From The Art and Popular Culture Encyclopedia
A grindhouse is an American term for a theater that mainly showed exploitation films and other genre films up until the advent of home video, which made these kind of film theatres obsolete. It is also a term used to describe the genre of films that played in such theatres. These theatres were usually located in the vicinity of popular districts, red light districts or train stations. These cinemas, and the films that played there, were first celebrated by Ado Kyrou (the films shown in local fleapits, films which seem to have no place in the history of cinema).
Grindhouse films are also referred to as "exploitation films." Grindhouses were known for non-stop programs of B movies, usually consisting of a double feature where two films were shown back to back. Many of these inner-city theatres formerly featured burlesque shows which included "bump and grind" dancing, leading to the term "grindhouse." Beginning in the late 1960s and especially during the 1970s, the subject matter of grindhouse films was dominated by explicit sex, violence, bizarre or perverse plot points, and other taboo content. Many grindhouses were exclusively pornographic.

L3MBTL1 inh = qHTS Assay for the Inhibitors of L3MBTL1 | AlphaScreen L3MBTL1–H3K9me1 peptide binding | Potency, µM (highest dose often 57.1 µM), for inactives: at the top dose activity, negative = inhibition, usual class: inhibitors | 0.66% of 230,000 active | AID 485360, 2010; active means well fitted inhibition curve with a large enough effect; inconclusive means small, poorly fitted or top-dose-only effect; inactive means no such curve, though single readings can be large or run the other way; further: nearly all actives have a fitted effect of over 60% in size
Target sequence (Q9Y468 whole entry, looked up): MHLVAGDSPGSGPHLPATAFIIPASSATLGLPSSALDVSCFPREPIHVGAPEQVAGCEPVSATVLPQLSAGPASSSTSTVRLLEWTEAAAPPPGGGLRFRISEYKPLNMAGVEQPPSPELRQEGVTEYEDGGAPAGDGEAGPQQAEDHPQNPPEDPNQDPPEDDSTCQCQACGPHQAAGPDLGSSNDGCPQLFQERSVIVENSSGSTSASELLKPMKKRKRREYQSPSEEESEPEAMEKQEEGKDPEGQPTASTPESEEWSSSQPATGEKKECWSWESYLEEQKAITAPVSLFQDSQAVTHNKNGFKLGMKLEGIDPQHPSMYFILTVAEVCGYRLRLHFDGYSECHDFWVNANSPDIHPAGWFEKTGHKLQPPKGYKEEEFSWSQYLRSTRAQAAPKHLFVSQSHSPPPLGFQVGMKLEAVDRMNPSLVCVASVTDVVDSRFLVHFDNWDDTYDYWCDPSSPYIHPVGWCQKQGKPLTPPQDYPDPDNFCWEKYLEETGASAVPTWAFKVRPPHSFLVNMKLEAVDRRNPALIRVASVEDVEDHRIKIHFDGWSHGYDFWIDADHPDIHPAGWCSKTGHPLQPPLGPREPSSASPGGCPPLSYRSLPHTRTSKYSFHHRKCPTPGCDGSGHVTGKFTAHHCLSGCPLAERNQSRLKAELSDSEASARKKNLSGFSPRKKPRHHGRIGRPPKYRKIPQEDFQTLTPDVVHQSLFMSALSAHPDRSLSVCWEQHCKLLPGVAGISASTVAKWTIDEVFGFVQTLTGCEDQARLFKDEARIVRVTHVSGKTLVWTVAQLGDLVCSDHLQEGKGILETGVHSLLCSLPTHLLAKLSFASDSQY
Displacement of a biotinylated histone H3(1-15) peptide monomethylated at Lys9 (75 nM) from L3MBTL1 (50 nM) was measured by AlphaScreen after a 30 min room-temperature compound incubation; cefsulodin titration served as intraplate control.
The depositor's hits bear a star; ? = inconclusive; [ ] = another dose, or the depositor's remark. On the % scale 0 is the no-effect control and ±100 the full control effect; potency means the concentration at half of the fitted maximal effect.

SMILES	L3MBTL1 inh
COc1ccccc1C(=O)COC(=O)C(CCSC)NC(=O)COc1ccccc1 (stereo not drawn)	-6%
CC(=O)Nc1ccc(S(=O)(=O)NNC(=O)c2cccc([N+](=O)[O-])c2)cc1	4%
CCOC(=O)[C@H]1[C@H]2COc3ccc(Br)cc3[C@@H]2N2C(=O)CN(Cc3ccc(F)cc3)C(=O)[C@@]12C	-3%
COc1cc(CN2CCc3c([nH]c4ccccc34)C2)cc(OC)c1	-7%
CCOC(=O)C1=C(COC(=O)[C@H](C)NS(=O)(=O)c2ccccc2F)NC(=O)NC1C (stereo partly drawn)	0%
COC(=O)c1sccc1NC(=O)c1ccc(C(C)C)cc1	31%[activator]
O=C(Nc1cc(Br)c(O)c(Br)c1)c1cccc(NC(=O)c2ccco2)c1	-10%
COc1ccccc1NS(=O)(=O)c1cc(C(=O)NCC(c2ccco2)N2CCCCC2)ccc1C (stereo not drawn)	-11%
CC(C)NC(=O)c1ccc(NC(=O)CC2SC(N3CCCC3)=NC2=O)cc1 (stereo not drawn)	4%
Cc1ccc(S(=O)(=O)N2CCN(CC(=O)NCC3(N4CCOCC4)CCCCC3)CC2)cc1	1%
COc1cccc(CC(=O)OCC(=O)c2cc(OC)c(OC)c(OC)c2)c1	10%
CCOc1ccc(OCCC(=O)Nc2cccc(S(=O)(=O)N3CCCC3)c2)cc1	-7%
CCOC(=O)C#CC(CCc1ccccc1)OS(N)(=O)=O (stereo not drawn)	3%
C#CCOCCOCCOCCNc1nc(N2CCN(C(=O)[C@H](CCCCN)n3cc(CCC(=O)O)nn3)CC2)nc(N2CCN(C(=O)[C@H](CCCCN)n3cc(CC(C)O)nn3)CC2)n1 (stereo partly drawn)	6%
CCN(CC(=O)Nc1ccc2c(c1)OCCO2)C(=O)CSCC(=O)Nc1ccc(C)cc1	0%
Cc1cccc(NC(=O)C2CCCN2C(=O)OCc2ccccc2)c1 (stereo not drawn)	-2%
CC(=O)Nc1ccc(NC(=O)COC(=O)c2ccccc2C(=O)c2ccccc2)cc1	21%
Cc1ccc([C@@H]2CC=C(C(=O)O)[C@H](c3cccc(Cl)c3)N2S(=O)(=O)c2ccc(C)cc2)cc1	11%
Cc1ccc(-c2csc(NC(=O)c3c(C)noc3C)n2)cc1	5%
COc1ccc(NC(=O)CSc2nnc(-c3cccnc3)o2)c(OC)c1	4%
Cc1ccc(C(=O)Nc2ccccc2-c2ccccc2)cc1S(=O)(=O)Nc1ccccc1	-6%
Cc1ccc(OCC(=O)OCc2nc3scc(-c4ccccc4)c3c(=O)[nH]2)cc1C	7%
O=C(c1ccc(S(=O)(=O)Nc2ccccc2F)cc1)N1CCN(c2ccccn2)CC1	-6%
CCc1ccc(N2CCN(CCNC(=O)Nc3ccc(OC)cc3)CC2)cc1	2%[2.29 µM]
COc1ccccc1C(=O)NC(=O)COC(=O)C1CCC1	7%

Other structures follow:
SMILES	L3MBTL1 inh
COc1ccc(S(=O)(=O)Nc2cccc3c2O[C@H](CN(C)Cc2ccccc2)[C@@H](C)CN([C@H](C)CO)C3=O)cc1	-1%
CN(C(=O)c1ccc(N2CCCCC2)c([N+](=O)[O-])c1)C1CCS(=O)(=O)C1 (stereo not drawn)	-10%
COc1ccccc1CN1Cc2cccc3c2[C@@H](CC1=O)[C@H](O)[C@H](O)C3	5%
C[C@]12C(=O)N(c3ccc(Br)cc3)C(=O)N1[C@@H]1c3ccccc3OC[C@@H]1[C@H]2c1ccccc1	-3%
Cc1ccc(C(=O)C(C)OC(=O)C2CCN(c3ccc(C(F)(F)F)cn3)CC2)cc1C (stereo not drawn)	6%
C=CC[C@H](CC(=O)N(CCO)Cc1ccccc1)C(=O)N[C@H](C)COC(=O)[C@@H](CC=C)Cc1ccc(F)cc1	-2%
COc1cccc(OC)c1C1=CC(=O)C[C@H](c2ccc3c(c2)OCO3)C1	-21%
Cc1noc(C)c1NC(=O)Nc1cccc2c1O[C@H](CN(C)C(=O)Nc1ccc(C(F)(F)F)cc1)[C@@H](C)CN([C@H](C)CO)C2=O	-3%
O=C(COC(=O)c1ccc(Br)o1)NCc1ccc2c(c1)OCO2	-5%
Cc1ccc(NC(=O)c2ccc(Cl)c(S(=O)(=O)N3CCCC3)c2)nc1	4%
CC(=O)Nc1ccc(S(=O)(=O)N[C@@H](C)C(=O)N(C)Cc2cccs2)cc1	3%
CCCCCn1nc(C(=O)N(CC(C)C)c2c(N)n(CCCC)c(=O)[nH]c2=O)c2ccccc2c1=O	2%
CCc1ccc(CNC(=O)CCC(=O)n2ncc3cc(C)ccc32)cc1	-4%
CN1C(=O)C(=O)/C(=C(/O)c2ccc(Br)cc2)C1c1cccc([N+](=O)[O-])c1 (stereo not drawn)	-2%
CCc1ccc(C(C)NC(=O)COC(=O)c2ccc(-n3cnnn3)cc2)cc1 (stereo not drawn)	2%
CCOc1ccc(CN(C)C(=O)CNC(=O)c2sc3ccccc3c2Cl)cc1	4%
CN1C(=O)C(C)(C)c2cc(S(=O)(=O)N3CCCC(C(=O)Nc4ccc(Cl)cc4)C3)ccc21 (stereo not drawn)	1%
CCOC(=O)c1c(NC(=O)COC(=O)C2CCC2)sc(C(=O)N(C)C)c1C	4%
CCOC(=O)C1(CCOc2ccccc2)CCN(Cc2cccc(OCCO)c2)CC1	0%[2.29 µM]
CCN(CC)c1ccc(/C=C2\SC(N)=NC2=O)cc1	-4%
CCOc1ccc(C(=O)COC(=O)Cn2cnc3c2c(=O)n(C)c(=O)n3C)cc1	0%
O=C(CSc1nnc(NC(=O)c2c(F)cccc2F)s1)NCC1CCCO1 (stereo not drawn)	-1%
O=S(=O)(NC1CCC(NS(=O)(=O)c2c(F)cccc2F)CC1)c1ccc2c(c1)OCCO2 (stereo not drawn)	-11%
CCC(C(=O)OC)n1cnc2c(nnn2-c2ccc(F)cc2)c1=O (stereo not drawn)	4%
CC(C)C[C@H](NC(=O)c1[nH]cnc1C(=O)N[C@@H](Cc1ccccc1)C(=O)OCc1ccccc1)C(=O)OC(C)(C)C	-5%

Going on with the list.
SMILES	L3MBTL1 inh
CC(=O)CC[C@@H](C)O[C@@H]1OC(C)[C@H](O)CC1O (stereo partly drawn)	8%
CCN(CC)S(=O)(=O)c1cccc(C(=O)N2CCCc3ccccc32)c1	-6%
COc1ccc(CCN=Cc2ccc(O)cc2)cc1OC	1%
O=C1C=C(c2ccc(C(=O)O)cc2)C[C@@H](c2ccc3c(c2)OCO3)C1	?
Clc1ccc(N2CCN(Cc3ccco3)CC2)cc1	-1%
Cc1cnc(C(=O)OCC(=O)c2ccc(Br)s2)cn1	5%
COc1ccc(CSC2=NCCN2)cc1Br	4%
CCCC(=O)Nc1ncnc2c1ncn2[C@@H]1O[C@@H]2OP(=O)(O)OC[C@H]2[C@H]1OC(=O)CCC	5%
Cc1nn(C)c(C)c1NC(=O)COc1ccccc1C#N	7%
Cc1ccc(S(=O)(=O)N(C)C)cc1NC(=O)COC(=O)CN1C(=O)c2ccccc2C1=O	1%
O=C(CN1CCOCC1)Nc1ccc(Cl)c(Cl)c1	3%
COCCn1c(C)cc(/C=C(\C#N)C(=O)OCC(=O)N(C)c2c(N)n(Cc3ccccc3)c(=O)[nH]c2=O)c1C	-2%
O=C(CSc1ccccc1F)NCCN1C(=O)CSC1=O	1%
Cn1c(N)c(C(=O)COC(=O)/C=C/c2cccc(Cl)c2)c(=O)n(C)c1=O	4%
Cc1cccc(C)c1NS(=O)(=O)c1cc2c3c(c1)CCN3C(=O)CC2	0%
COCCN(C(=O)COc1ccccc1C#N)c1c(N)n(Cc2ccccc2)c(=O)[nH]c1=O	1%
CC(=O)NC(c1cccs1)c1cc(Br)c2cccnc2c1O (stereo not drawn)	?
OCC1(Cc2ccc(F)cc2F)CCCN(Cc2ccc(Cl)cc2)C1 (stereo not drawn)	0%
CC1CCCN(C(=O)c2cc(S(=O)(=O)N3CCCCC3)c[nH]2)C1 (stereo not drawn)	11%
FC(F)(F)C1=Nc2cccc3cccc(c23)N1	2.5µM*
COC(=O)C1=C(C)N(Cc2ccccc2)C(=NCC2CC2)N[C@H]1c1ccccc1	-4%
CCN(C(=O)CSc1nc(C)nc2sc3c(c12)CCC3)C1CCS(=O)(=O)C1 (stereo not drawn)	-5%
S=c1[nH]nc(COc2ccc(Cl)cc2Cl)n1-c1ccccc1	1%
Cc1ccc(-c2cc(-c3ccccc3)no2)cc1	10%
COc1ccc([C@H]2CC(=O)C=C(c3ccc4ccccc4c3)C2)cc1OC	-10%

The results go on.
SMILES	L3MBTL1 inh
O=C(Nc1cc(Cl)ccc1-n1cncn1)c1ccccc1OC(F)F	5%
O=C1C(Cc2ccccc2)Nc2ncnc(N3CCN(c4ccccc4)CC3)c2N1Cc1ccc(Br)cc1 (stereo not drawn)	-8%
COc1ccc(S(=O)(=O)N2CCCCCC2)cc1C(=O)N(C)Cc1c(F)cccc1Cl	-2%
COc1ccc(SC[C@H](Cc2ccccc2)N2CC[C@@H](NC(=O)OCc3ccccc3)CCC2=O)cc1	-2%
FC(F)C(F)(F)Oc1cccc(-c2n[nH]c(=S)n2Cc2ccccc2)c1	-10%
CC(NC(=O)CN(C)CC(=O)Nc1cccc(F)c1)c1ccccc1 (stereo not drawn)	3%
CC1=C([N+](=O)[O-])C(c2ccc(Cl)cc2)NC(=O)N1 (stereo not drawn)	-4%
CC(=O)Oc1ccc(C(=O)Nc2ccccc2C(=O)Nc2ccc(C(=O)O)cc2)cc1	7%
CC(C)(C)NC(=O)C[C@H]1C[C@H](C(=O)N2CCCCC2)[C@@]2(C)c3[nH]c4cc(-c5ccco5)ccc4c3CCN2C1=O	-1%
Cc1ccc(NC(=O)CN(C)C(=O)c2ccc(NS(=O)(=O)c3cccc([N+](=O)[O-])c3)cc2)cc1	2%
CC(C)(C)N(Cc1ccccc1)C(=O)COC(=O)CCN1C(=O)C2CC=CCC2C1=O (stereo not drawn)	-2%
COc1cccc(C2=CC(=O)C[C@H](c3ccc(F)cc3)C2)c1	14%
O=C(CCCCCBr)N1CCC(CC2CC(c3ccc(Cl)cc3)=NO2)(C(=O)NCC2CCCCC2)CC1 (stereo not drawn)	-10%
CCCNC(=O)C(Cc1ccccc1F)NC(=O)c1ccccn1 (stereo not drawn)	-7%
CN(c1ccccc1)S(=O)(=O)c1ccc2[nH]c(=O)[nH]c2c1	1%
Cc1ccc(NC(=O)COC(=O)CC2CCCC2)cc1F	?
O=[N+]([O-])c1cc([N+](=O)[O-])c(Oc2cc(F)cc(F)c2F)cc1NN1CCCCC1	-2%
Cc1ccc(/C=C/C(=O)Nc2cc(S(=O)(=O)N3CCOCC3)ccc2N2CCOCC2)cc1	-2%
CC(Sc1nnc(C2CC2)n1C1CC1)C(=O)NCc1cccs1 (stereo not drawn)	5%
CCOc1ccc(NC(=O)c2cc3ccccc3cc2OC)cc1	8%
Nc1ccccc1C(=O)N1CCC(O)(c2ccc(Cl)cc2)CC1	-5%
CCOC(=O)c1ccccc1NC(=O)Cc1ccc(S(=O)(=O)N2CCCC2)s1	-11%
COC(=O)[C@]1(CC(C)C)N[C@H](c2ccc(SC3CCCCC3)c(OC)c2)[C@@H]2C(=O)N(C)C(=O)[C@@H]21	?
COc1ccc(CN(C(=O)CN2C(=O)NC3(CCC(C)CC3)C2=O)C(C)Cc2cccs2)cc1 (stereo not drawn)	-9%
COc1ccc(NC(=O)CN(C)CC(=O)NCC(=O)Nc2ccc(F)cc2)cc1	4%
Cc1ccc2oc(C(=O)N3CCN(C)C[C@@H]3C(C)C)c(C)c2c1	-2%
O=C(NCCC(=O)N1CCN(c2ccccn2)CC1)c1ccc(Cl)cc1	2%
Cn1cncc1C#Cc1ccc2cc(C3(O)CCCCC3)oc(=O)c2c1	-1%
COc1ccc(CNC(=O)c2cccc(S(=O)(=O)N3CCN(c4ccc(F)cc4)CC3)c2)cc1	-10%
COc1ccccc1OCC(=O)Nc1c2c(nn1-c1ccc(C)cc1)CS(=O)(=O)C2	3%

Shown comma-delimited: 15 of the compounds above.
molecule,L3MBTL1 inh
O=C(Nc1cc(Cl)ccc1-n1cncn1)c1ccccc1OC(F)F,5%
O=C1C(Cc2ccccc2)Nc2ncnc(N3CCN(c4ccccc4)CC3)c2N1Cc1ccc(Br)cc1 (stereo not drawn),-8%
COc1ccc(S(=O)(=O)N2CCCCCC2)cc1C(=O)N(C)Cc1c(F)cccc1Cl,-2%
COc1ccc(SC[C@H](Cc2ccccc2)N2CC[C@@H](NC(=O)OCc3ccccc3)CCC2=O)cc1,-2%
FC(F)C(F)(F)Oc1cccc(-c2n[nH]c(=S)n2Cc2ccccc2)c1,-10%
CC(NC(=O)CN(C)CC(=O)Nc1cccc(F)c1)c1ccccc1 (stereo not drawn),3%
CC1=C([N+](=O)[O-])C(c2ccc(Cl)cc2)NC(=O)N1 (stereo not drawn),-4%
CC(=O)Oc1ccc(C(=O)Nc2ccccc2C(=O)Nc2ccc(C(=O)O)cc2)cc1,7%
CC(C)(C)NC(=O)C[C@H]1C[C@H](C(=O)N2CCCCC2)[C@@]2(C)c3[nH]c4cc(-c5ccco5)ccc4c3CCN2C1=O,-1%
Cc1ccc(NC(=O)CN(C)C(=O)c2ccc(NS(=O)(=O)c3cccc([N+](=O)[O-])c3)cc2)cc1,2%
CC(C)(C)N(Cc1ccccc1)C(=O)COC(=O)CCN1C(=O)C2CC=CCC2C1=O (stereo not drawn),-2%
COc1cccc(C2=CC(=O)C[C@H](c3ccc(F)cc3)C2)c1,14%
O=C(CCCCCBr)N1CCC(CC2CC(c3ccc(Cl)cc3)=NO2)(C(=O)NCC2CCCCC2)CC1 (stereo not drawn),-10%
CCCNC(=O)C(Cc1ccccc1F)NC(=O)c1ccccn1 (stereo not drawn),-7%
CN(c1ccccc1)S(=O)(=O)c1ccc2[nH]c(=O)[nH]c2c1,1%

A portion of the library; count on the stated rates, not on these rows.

The 1980s home video market threatened to render the grindhouse obsolete. By the end of that decade, grindhouse theaters had vanished from Los Angeles's Broadway and Hollywood Boulevard, New York City's Times Square and San Francisco's Market Street. By the mid-1990s, they had completely disappeared from the United States.
There remains a strong nostalgic affection towards the now defunct grindhouse era amongst some cinephiles. An example is the film Grindhouse (2007). One half of this double feature was directed by Quentin Tarantino; the other half was directed by Robert Rodriguez. The films contain elements found in many grindhouse films. The two films are bridged by trailers for fictitious films that also fit into the grindhouse genre (sexploitation, slasher films, etc.). Grindhouse also features simulated film negative scratches and some clipped dialogue, to recreate the feeling that the print of the film is a worn and battered copy, which was often true of the prints of many films grindhouse theaters showed in their heyday.